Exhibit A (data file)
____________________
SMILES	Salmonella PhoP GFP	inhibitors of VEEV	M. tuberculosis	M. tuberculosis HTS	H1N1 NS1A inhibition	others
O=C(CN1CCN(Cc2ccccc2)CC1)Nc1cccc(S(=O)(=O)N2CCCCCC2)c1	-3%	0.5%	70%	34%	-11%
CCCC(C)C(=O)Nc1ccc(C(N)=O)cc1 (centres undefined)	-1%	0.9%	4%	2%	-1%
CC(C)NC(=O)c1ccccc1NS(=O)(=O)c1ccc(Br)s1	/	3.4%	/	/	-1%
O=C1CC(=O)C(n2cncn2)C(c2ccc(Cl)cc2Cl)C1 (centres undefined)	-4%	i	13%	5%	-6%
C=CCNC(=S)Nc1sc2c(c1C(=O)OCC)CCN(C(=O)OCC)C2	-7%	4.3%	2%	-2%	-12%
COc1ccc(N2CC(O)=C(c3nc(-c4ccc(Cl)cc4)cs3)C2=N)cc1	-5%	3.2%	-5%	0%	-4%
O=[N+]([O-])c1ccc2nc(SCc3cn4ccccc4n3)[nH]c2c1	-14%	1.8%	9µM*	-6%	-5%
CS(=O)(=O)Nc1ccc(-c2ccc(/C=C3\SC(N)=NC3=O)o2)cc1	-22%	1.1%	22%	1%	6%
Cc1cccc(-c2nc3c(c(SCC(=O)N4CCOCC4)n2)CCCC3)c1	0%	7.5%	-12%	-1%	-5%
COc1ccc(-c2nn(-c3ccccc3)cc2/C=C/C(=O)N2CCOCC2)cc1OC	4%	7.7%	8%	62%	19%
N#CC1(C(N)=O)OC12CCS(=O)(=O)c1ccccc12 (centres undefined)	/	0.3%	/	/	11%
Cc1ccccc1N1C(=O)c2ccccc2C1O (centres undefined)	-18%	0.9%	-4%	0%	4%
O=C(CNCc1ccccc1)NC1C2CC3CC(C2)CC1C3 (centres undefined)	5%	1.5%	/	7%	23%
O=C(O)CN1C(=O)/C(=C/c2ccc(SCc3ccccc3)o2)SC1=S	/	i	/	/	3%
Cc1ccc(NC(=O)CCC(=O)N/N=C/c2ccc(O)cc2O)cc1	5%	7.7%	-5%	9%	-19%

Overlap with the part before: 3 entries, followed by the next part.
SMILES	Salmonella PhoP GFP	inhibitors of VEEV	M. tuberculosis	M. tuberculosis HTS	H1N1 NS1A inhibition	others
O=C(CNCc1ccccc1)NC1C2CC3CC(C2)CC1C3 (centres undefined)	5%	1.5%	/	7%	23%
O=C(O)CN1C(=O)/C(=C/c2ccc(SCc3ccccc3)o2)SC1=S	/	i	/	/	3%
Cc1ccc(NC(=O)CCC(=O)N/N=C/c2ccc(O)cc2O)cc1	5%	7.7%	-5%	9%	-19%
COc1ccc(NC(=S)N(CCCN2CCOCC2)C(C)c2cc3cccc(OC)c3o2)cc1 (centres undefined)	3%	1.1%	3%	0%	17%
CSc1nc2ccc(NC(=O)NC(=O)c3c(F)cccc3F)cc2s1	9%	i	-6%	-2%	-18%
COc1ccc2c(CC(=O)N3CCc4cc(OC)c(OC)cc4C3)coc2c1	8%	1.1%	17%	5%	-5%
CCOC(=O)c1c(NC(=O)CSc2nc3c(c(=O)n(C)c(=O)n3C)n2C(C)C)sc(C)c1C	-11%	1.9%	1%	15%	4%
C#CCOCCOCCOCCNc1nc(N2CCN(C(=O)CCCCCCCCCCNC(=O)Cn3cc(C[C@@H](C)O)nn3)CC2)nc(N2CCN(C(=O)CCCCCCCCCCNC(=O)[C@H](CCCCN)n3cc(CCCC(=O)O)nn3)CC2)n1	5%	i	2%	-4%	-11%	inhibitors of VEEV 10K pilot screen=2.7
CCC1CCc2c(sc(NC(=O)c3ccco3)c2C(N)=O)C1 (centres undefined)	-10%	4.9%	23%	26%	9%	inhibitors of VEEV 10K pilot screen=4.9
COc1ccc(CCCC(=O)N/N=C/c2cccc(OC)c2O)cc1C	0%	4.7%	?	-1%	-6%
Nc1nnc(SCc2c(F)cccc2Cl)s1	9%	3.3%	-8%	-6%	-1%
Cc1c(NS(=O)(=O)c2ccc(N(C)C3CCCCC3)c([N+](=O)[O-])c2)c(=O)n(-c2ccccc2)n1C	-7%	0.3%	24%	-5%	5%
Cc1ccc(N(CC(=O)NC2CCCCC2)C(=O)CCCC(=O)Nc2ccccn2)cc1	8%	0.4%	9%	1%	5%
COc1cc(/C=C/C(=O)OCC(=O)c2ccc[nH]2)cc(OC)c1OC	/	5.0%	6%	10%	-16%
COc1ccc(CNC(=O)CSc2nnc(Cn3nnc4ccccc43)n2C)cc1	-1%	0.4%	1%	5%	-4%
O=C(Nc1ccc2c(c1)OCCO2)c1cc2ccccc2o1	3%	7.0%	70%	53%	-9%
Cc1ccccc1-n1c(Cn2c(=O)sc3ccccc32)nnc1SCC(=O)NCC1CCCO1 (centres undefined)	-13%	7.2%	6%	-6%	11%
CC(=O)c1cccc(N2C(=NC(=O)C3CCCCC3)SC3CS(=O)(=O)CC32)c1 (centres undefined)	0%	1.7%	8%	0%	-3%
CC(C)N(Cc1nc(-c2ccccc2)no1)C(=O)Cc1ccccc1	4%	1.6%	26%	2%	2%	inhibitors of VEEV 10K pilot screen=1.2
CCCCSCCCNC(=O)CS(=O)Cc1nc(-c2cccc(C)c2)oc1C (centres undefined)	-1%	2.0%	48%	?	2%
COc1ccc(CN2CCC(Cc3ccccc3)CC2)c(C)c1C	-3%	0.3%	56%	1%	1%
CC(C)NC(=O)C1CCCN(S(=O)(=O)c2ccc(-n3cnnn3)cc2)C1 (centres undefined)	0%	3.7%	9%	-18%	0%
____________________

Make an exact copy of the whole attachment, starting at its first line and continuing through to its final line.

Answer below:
SMILES	Salmonella PhoP GFP	inhibitors of VEEV	M. tuberculosis	M. tuberculosis HTS	H1N1 NS1A inhibition	others
O=C(CN1CCN(Cc2ccccc2)CC1)Nc1cccc(S(=O)(=O)N2CCCCCC2)c1	-3%	0.5%	70%	34%	-11%
CCCC(C)C(=O)Nc1ccc(C(N)=O)cc1 (centres undefined)	-1%	0.9%	4%	2%	-1%
CC(C)NC(=O)c1ccccc1NS(=O)(=O)c1ccc(Br)s1	/	3.4%	/	/	-1%
O=C1CC(=O)C(n2cncn2)C(c2ccc(Cl)cc2Cl)C1 (centres undefined)	-4%	i	13%	5%	-6%
C=CCNC(=S)Nc1sc2c(c1C(=O)OCC)CCN(C(=O)OCC)C2	-7%	4.3%	2%	-2%	-12%
COc1ccc(N2CC(O)=C(c3nc(-c4ccc(Cl)cc4)cs3)C2=N)cc1	-5%	3.2%	-5%	0%	-4%
O=[N+]([O-])c1ccc2nc(SCc3cn4ccccc4n3)[nH]c2c1	-14%	1.8%	9µM*	-6%	-5%
CS(=O)(=O)Nc1ccc(-c2ccc(/C=C3\SC(N)=NC3=O)o2)cc1	-22%	1.1%	22%	1%	6%
Cc1cccc(-c2nc3c(c(SCC(=O)N4CCOCC4)n2)CCCC3)c1	0%	7.5%	-12%	-1%	-5%
COc1ccc(-c2nn(-c3ccccc3)cc2/C=C/C(=O)N2CCOCC2)cc1OC	4%	7.7%	8%	62%	19%
N#CC1(C(N)=O)OC12CCS(=O)(=O)c1ccccc12 (centres undefined)	/	0.3%	/	/	11%
Cc1ccccc1N1C(=O)c2ccccc2C1O (centres undefined)	-18%	0.9%	-4%	0%	4%
O=C(CNCc1ccccc1)NC1C2CC3CC(C2)CC1C3 (centres undefined)	5%	1.5%	/	7%	23%
O=C(O)CN1C(=O)/C(=C/c2ccc(SCc3ccccc3)o2)SC1=S	/	i	/	/	3%
Cc1ccc(NC(=O)CCC(=O)N/N=C/c2ccc(O)cc2O)cc1	5%	7.7%	-5%	9%	-19%

Overlap with the part before: 3 entries, followed by the next part.
SMILES	Salmonella PhoP GFP	inhibitors of VEEV	M. tuberculosis	M. tuberculosis HTS	H1N1 NS1A inhibition	others
O=C(CNCc1ccccc1)NC1C2CC3CC(C2)CC1C3 (centres undefined)	5%	1.5%	/	7%	23%
O=C(O)CN1C(=O)/C(=C/c2ccc(SCc3ccccc3)o2)SC1=S	/	i	/	/	3%
Cc1ccc(NC(=O)CCC(=O)N/N=C/c2ccc(O)cc2O)cc1	5%	7.7%	-5%	9%	-19%
COc1ccc(NC(=S)N(CCCN2CCOCC2)C(C)c2cc3cccc(OC)c3o2)cc1 (centres undefined)	3%	1.1%	3%	0%	17%
CSc1nc2ccc(NC(=O)NC(=O)c3c(F)cccc3F)cc2s1	9%	i	-6%	-2%	-18%
COc1ccc2c(CC(=O)N3CCc4cc(OC)c(OC)cc4C3)coc2c1	8%	1.1%	17%	5%	-5%
CCOC(=O)c1c(NC(=O)CSc2nc3c(c(=O)n(C)c(=O)n3C)n2C(C)C)sc(C)c1C	-11%	1.9%	1%	15%	4%
C#CCOCCOCCOCCNc1nc(N2CCN(C(=O)CCCCCCCCCCNC(=O)Cn3cc(C[C@@H](C)O)nn3)CC2)nc(N2CCN(C(=O)CCCCCCCCCCNC(=O)[C@H](CCCCN)n3cc(CCCC(=O)O)nn3)CC2)n1	5%	i	2%	-4%	-11%	inhibitors of VEEV 10K pilot screen=2.7
CCC1CCc2c(sc(NC(=O)c3ccco3)c2C(N)=O)C1 (centres undefined)	-10%	4.9%	23%	26%	9%	inhibitors of VEEV 10K pilot screen=4.9
COc1ccc(CCCC(=O)N/N=C/c2cccc(OC)c2O)cc1C	0%	4.7%	?	-1%	-6%
Nc1nnc(SCc2c(F)cccc2Cl)s1	9%	3.3%	-8%	-6%	-1%
Cc1c(NS(=O)(=O)c2ccc(N(C)C3CCCCC3)c([N+](=O)[O-])c2)c(=O)n(-c2ccccc2)n1C	-7%	0.3%	24%	-5%	5%
Cc1ccc(N(CC(=O)NC2CCCCC2)C(=O)CCCC(=O)Nc2ccccn2)cc1	8%	0.4%	9%	1%	5%
COc1cc(/C=C/C(=O)OCC(=O)c2ccc[nH]2)cc(OC)c1OC	/	5.0%	6%	10%	-16%
COc1ccc(CNC(=O)CSc2nnc(Cn3nnc4ccccc43)n2C)cc1	-1%	0.4%	1%	5%	-4%
O=C(Nc1ccc2c(c1)OCCO2)c1cc2ccccc2o1	3%	7.0%	70%	53%	-9%
Cc1ccccc1-n1c(Cn2c(=O)sc3ccccc32)nnc1SCC(=O)NCC1CCCO1 (centres undefined)	-13%	7.2%	6%	-6%	11%
CC(=O)c1cccc(N2C(=NC(=O)C3CCCCC3)SC3CS(=O)(=O)CC32)c1 (centres undefined)	0%	1.7%	8%	0%	-3%
CC(C)N(Cc1nc(-c2ccccc2)no1)C(=O)Cc1ccccc1	4%	1.6%	26%	2%	2%	inhibitors of VEEV 10K pilot screen=1.2
CCCCSCCCNC(=O)CS(=O)Cc1nc(-c2cccc(C)c2)oc1C (centres undefined)	-1%	2.0%	48%	?	2%
COc1ccc(CN2CCC(Cc3ccccc3)CC2)c(C)c1C	-3%	0.3%	56%	1%	1%
CC(C)NC(=O)C1CCCN(S(=O)(=O)c2ccc(-n3cnnn3)cc2)C1 (centres undefined)	0%	3.7%	9%	-18%	0%